Here is a quick summary of the options on the four major platforms. I know there are others, but I just wanted to give you a quick idea of what you’re looking at.

Tethering Data with Your Phone; How Much Is It Worth to You?

WinMo 6.5 Mobile AP


  • Root your phone (usually one click these days), install whatever tethering app you want
  • Use PdaNet for free or paid
  • Root and install a Custom Rom
  • Pay your provider for the tethering option


  • Jailbreak your iPhone and use one of many apps (try MyWi)
  • Use PdaNet for free or paid
  • Pay your provider for the tethering option

Winmo (6.5)

  • Install a Custom ROM that has it built in
  • Use PdaNet for free or paid
  • Pay your provider for the tethering option


  • Use PdaNet for free or paid
  • Pay your provider for the tethering option

All information and rates found on carrier sites is subject to change at any time, so be sure to understand what you’re paying for and what it’s gonna cost you to tether. Whether you tether based on carrier’s terms or not, it’s gonna cost you one way or another. Some carriers just make their devices and plans more tethering-friendly than others. If you have a Nexus One then feel free to tether all you want, after all that’s as legit as it gets.

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Gear Diary was founded on September 30, 2006, with the goal to create a website that would not easily be labeled. Everyone who is part of Gear Diary is a professional who uses technology in their work and daily lives. On this site, we share our enthusiasm while exploring the gear we use — the equipment that makes our lives easier, more entertaining, more productive, and more manageable. Our hope is that Gear Diary visitors find this site to be a welcoming, friendly, and accessible place to learn about and discuss interesting topics — and not only those that are tech-related! Gear Diary is a place to discover and explore all kinds of new gear, including smartphones, computers, kitchen gadgets, Toys, EDC, camping gear, or even your next new car! You can follow us on Twitter @GearDiarySite.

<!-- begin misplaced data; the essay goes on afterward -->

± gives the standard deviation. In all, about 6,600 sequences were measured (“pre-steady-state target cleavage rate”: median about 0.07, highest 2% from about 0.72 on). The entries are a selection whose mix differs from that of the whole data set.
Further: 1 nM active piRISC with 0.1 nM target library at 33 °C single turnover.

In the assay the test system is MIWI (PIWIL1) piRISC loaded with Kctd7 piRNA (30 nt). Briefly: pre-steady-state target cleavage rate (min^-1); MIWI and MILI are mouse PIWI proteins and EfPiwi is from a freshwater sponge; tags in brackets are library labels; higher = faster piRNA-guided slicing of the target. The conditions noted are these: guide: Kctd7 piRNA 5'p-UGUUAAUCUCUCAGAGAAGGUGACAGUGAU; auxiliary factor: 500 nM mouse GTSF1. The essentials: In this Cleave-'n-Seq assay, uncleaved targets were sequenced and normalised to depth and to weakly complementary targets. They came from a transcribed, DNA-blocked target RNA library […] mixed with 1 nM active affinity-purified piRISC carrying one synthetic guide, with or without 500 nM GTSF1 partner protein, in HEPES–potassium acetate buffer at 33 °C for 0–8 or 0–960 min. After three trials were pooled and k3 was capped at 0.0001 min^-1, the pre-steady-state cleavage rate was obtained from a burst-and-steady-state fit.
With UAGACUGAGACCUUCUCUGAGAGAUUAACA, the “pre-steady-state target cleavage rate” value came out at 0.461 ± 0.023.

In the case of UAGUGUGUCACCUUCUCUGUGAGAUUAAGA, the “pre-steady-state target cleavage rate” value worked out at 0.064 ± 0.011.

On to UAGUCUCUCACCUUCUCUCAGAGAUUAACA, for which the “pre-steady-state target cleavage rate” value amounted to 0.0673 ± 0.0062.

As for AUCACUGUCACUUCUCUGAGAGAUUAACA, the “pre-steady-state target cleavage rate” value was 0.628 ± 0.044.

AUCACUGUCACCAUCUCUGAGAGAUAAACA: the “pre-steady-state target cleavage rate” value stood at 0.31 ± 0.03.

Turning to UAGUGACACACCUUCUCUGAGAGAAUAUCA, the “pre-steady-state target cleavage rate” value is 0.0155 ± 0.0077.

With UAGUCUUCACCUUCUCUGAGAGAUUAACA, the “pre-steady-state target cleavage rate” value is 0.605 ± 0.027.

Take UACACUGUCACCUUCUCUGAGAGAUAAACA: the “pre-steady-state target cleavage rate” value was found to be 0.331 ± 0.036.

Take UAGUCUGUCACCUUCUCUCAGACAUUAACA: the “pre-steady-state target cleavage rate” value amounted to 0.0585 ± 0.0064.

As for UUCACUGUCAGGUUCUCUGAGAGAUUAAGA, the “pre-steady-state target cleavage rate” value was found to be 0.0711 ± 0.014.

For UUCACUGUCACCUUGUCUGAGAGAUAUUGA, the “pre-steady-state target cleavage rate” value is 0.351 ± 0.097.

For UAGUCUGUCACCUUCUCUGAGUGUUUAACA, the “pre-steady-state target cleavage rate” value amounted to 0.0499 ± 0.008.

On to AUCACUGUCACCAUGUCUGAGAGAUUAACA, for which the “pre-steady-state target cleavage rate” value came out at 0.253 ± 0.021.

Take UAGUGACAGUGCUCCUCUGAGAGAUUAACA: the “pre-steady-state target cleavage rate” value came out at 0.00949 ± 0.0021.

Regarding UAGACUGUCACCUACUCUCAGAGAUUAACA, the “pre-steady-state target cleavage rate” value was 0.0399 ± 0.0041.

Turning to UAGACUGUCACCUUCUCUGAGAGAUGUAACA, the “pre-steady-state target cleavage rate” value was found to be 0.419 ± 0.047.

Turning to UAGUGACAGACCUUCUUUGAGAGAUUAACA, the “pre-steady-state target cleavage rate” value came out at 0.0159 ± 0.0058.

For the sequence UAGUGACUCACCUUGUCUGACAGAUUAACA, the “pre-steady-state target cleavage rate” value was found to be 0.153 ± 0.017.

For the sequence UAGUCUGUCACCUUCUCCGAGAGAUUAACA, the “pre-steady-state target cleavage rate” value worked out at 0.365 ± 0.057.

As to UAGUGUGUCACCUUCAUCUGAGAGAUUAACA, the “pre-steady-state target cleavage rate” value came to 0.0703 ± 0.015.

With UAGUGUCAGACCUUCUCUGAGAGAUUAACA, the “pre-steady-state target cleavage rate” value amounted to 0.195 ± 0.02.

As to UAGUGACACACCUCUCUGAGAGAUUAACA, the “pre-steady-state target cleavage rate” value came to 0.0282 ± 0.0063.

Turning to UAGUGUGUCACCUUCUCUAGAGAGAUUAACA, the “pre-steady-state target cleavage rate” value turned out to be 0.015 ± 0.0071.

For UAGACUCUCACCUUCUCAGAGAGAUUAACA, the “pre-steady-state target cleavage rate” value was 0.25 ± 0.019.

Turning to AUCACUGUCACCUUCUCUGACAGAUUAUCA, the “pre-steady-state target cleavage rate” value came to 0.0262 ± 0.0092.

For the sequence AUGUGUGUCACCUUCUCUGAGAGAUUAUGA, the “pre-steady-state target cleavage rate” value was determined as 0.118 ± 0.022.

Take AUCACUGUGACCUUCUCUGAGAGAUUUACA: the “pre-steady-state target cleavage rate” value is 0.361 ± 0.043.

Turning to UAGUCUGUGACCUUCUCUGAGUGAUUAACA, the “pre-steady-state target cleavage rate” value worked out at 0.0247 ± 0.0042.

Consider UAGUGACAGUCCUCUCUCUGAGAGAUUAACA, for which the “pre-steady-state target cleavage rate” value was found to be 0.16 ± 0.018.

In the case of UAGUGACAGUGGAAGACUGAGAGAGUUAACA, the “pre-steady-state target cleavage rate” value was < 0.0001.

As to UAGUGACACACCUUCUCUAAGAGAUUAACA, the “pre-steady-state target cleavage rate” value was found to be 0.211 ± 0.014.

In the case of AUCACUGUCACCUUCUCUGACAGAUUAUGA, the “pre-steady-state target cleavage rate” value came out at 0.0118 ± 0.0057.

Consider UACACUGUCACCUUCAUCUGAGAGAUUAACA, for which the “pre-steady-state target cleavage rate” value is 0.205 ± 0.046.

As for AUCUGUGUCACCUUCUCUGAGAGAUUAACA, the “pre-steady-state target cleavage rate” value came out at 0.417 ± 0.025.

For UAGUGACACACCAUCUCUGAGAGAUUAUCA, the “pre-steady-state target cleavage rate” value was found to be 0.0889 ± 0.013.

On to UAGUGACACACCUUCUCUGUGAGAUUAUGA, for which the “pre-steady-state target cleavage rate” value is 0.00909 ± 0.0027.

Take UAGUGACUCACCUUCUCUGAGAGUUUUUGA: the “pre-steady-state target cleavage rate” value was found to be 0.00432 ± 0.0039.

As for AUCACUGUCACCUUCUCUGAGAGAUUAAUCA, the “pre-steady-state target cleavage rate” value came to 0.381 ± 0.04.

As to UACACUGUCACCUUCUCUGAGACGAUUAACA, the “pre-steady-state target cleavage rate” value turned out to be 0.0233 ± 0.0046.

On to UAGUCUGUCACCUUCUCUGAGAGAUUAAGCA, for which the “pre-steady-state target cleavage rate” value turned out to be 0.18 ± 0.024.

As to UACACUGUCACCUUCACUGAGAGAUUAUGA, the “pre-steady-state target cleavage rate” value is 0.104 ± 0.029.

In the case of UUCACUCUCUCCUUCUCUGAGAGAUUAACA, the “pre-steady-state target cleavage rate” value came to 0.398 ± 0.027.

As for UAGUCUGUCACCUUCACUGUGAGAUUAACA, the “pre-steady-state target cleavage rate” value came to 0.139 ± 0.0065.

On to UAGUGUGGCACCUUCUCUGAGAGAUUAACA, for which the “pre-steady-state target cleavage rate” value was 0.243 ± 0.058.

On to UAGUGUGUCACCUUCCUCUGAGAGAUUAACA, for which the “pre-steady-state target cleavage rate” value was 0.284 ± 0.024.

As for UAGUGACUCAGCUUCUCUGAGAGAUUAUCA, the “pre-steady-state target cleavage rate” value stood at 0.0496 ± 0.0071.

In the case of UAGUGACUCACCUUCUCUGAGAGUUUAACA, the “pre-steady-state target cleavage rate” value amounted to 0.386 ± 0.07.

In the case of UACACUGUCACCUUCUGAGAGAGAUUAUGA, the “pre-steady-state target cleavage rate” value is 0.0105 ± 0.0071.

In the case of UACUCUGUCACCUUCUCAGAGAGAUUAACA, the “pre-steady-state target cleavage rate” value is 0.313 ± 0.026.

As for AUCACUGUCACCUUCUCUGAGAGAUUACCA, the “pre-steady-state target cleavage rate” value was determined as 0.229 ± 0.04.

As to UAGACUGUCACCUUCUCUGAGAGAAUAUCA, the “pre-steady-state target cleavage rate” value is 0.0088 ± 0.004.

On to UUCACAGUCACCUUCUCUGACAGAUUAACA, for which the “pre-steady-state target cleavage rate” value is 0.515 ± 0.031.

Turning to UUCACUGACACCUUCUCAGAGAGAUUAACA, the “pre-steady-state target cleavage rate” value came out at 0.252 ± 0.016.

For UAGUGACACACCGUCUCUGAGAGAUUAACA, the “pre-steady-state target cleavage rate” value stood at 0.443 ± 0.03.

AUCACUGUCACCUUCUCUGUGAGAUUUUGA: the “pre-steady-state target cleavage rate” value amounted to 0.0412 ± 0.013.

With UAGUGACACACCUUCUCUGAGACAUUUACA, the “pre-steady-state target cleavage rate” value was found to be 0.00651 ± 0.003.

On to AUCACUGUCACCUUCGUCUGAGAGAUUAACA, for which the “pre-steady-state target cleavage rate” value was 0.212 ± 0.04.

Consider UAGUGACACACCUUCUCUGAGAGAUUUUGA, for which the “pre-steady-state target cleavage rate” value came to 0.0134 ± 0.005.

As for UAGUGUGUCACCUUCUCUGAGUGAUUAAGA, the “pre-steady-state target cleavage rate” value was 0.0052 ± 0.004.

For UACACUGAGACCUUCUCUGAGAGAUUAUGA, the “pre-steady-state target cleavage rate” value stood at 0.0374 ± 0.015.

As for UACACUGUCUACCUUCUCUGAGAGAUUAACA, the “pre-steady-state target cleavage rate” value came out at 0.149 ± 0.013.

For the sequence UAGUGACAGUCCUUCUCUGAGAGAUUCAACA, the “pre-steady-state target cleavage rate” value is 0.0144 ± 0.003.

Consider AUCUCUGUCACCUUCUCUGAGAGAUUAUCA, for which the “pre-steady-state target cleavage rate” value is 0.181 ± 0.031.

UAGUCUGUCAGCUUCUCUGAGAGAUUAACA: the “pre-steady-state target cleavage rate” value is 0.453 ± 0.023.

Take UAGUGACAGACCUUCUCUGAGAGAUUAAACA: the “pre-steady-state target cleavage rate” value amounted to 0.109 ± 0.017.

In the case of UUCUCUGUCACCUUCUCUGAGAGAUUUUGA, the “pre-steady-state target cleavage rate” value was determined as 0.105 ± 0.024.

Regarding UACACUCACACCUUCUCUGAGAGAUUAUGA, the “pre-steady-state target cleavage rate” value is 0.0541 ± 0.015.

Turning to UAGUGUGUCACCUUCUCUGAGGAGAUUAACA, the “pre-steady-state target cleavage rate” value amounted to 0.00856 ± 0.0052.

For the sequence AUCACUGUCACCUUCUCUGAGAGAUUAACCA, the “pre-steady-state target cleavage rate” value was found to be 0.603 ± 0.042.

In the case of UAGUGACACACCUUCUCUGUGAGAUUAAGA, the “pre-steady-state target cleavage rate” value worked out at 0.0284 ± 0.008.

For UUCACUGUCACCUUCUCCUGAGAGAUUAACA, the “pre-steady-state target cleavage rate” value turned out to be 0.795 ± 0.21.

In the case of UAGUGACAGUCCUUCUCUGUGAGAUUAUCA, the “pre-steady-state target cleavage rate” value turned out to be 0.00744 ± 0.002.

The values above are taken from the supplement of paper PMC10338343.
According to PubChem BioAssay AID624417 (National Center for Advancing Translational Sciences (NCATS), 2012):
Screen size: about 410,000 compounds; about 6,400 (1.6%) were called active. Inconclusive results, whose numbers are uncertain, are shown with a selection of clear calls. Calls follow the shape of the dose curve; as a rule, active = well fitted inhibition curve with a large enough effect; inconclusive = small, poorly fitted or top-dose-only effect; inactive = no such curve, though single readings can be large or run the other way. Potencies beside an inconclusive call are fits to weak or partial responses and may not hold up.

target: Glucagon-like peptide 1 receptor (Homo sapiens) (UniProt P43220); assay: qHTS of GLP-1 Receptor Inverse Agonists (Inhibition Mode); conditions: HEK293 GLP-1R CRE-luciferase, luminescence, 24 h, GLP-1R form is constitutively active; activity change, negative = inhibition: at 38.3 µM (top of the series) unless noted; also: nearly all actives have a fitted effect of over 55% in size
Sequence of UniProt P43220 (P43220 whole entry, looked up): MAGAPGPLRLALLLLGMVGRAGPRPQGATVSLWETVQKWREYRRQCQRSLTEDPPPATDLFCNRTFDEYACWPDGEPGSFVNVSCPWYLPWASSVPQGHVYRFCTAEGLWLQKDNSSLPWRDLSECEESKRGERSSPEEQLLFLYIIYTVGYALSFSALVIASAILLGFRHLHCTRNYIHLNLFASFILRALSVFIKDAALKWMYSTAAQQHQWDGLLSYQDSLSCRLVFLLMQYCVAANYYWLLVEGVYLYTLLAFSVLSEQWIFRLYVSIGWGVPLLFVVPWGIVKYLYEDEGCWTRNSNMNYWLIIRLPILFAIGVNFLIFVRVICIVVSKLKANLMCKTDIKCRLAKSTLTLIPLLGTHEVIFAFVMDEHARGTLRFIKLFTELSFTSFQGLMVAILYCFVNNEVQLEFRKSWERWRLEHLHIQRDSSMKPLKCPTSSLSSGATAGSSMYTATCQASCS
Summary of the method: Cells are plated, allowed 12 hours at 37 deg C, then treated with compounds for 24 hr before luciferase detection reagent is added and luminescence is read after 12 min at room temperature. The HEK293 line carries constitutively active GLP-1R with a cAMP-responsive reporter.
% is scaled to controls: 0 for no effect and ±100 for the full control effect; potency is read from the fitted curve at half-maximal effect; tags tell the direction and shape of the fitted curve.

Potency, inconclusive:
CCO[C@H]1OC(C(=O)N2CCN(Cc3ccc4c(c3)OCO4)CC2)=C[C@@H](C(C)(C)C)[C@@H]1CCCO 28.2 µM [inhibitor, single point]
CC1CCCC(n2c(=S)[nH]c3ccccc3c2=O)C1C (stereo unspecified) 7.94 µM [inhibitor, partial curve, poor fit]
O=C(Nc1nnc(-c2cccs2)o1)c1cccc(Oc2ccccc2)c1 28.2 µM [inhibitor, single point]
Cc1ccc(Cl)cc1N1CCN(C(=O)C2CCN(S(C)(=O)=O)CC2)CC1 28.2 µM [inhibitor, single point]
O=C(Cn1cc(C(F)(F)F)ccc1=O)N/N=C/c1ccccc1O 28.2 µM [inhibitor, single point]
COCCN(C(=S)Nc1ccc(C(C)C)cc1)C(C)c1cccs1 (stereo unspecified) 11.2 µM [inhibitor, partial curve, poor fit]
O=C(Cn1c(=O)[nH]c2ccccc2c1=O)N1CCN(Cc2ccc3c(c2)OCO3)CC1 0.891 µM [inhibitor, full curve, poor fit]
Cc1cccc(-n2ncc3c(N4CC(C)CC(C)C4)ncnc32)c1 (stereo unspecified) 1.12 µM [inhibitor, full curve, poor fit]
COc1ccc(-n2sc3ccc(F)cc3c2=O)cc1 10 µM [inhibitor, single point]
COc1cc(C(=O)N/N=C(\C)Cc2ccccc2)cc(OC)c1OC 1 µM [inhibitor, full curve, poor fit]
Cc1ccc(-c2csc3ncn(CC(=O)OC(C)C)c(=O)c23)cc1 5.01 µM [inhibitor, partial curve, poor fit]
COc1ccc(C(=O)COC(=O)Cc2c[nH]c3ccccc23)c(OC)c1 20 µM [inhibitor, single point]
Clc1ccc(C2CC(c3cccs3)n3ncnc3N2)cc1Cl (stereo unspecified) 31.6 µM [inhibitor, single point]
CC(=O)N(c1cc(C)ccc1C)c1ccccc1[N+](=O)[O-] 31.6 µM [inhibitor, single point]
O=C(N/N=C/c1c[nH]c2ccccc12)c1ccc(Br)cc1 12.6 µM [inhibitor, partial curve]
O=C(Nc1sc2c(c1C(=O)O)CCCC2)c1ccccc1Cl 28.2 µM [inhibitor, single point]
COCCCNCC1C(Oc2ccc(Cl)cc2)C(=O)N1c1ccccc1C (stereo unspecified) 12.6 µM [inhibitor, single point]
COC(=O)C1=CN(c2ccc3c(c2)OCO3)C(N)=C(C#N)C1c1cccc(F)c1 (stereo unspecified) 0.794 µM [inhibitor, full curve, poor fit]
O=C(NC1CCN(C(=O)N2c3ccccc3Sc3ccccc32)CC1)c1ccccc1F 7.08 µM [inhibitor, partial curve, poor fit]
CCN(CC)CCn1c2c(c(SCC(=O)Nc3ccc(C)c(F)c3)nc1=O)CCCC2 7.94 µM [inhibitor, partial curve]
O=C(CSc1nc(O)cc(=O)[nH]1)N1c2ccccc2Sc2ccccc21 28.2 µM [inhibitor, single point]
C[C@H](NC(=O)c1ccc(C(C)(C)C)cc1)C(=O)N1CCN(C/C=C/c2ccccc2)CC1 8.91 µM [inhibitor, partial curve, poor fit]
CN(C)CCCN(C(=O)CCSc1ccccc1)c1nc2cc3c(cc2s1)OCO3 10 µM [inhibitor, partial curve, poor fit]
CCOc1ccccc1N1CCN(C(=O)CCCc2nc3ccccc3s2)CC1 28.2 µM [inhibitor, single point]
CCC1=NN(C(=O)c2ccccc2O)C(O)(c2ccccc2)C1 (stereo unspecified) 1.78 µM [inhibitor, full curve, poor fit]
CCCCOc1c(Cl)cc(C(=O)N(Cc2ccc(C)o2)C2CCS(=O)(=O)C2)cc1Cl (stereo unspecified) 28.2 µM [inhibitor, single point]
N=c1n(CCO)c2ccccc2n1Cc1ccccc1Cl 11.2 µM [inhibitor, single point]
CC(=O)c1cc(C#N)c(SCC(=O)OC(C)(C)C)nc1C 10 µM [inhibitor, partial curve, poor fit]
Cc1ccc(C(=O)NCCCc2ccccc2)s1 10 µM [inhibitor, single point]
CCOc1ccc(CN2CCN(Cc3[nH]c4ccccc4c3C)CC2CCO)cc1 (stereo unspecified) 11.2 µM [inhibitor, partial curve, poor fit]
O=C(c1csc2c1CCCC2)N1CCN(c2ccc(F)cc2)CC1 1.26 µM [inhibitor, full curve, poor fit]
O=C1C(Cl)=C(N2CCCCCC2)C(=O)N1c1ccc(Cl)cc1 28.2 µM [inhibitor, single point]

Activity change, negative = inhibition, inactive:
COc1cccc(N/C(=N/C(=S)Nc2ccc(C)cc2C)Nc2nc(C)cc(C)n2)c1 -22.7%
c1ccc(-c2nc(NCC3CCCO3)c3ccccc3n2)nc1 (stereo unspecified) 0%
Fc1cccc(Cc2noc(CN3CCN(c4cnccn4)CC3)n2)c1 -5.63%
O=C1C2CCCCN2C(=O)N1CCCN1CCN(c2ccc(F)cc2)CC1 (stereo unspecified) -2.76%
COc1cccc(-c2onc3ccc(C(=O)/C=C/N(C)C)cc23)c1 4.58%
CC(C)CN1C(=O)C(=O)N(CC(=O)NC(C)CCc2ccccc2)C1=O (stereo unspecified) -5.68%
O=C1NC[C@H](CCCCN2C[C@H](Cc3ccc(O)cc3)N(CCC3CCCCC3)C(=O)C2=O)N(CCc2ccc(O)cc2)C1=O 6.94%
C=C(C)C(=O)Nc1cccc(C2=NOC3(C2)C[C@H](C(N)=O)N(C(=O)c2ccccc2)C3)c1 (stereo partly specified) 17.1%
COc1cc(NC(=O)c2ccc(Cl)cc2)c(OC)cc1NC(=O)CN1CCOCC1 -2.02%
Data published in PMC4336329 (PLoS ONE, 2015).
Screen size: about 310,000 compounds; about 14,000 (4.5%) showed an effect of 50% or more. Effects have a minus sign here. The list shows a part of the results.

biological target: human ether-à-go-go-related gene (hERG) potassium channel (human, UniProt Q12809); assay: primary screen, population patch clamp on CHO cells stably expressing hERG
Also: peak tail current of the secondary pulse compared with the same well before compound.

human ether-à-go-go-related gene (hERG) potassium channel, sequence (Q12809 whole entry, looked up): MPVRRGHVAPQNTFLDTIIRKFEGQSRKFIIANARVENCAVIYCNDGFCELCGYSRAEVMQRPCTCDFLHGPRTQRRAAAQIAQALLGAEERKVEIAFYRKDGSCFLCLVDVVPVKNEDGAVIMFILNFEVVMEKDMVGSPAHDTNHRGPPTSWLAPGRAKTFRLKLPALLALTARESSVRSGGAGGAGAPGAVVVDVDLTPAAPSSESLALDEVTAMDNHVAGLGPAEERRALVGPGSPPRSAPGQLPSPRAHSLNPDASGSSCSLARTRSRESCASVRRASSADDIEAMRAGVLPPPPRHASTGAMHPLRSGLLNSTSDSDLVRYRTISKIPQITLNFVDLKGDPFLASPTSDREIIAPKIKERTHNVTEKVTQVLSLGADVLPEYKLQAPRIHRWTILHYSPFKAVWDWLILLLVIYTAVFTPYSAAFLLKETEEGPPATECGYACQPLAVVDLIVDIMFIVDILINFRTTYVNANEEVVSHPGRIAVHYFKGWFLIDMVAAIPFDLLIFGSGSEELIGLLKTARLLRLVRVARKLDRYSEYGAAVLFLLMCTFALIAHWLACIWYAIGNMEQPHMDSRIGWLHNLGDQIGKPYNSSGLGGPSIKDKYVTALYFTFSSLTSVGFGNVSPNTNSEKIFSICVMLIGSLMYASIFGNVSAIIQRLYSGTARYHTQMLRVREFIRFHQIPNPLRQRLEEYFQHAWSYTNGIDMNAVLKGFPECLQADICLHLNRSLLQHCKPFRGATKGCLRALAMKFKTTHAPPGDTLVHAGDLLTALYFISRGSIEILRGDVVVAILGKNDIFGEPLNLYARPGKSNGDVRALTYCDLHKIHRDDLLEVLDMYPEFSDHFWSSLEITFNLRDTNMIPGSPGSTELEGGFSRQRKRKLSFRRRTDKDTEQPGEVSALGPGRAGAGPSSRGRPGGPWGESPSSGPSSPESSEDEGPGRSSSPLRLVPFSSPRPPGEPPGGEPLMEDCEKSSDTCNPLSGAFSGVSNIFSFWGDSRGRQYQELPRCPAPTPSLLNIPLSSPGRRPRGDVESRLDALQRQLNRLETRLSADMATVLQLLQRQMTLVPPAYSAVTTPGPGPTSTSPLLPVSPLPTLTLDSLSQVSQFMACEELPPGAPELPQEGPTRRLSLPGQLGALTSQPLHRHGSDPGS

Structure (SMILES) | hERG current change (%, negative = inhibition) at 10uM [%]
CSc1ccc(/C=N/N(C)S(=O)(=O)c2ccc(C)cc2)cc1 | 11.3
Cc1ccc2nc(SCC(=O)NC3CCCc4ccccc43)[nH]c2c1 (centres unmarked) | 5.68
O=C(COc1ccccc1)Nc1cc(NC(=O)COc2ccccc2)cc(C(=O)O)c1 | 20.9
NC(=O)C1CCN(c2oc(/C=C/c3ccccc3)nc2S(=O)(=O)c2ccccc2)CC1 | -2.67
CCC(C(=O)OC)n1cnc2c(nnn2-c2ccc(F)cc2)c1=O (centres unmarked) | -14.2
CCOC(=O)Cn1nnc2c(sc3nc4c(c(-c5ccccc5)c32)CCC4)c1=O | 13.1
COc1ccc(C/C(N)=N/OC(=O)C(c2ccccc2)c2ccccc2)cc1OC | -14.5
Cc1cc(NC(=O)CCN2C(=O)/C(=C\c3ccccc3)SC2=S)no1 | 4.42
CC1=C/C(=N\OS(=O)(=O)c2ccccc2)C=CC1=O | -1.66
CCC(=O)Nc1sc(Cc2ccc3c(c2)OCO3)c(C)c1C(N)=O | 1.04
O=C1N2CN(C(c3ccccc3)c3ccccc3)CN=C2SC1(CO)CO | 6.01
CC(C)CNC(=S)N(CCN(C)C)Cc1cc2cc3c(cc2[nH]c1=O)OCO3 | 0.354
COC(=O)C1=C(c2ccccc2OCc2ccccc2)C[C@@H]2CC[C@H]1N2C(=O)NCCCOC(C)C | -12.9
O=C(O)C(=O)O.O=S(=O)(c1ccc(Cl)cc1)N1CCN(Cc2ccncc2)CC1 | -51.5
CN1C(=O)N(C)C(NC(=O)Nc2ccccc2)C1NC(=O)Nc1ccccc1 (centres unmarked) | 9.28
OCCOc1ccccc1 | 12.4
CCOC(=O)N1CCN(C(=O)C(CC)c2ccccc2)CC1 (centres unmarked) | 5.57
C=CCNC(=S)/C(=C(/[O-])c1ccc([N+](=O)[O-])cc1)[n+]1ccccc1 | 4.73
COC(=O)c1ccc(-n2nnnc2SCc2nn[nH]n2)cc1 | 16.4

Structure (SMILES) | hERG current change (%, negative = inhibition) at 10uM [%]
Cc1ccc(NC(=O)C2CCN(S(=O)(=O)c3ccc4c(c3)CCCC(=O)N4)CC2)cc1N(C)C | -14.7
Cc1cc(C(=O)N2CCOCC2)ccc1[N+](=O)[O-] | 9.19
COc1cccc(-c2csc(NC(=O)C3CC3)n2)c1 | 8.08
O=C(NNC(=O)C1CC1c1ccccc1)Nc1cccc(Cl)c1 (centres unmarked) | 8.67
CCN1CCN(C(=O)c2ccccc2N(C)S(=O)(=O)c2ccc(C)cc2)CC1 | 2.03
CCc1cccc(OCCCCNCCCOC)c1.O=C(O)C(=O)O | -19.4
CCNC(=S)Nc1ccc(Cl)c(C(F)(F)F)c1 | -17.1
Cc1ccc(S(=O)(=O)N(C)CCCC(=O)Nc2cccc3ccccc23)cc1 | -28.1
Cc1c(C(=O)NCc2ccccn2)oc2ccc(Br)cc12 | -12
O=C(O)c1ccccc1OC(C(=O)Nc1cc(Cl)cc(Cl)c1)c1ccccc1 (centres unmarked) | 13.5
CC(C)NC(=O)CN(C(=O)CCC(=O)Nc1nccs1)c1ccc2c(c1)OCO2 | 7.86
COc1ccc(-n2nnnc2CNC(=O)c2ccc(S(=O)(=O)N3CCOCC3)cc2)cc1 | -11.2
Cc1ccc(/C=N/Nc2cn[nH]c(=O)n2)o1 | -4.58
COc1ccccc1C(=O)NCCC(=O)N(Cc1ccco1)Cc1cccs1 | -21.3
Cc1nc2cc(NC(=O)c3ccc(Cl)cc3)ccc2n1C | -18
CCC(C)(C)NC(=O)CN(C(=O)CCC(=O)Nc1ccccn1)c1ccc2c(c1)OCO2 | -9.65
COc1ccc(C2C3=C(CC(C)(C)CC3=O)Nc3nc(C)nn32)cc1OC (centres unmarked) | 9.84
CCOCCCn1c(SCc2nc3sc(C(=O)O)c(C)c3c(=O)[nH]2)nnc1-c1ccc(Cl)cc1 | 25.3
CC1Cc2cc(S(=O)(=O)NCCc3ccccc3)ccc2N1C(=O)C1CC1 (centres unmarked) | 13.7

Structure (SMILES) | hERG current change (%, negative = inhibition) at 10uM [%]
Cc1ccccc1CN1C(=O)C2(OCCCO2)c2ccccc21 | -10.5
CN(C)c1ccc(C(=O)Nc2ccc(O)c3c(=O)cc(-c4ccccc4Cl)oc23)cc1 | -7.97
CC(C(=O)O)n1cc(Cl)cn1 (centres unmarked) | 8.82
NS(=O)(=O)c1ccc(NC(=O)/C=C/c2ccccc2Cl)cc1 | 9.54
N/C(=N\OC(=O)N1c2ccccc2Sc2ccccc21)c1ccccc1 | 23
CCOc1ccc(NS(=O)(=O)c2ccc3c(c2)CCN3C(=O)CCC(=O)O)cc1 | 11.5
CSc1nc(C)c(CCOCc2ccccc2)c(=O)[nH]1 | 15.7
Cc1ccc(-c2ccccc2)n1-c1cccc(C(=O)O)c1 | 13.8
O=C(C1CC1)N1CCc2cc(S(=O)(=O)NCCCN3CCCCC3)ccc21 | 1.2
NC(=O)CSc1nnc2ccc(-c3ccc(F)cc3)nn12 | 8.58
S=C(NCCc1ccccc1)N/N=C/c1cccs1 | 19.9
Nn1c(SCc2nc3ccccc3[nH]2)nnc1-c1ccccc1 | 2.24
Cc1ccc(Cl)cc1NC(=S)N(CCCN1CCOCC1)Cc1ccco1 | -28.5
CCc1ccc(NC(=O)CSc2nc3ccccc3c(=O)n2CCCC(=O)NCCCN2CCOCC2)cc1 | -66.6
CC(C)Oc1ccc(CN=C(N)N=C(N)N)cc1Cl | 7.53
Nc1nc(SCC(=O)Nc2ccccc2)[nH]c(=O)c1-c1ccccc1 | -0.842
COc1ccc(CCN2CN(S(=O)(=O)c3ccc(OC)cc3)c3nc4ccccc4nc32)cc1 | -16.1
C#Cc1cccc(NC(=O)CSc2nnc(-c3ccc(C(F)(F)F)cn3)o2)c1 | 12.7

6 Comments on "Tethering Data with Your Phone; How Much Is It Worth to You?"

  1. You know… even in Canada, quite a few providers offer tethering, and they’re usually AT&T-esque in their policies. No wonder Europe looks upon America like the slightly retarded stepchild when it comes to cell phone plans.

    It really makes you think, doesn’t it? Especially as Android 2.2 offers WiFi hotspot functionality with some phones as a basic option, or as something available in the Android Market.

  2. For the record: both Verizon and Sprint have a 5GB cap on their smartphone 3G data service. For the time being at least users of Sprint’s WiMAX service (I refuse to call it 4G) have unlimited usage; that is part of the reason for the additional $10 monthly fee. The fee for tethering privileges on Sprint is comparable to that of the other companies.

    • Francis Scardino | December 8, 2010 at 11:08 am |

      thanks for the info. Verizon made it clear but I couldn’t find anything on Sprint. I had an Evo and an Epic in the household and am far from impressed with their “4G”. My Vibrant seems to be more stable and has way faster upload speeds and similar or better download speeds (depending on location). I have no issues tethering with it.

  3. Tethering Data with Your Phone; How Much Is It Worth to You? | Gear Diary

  4. Tethering Data with Your Phone; How Much Is It Worth to You? #iphone

  5. Neat summary of US carrier tethering options by @techvudu on @geardiarysite: http://bit.ly/hNdgPM (I use built-in Android tethering on 2.2.)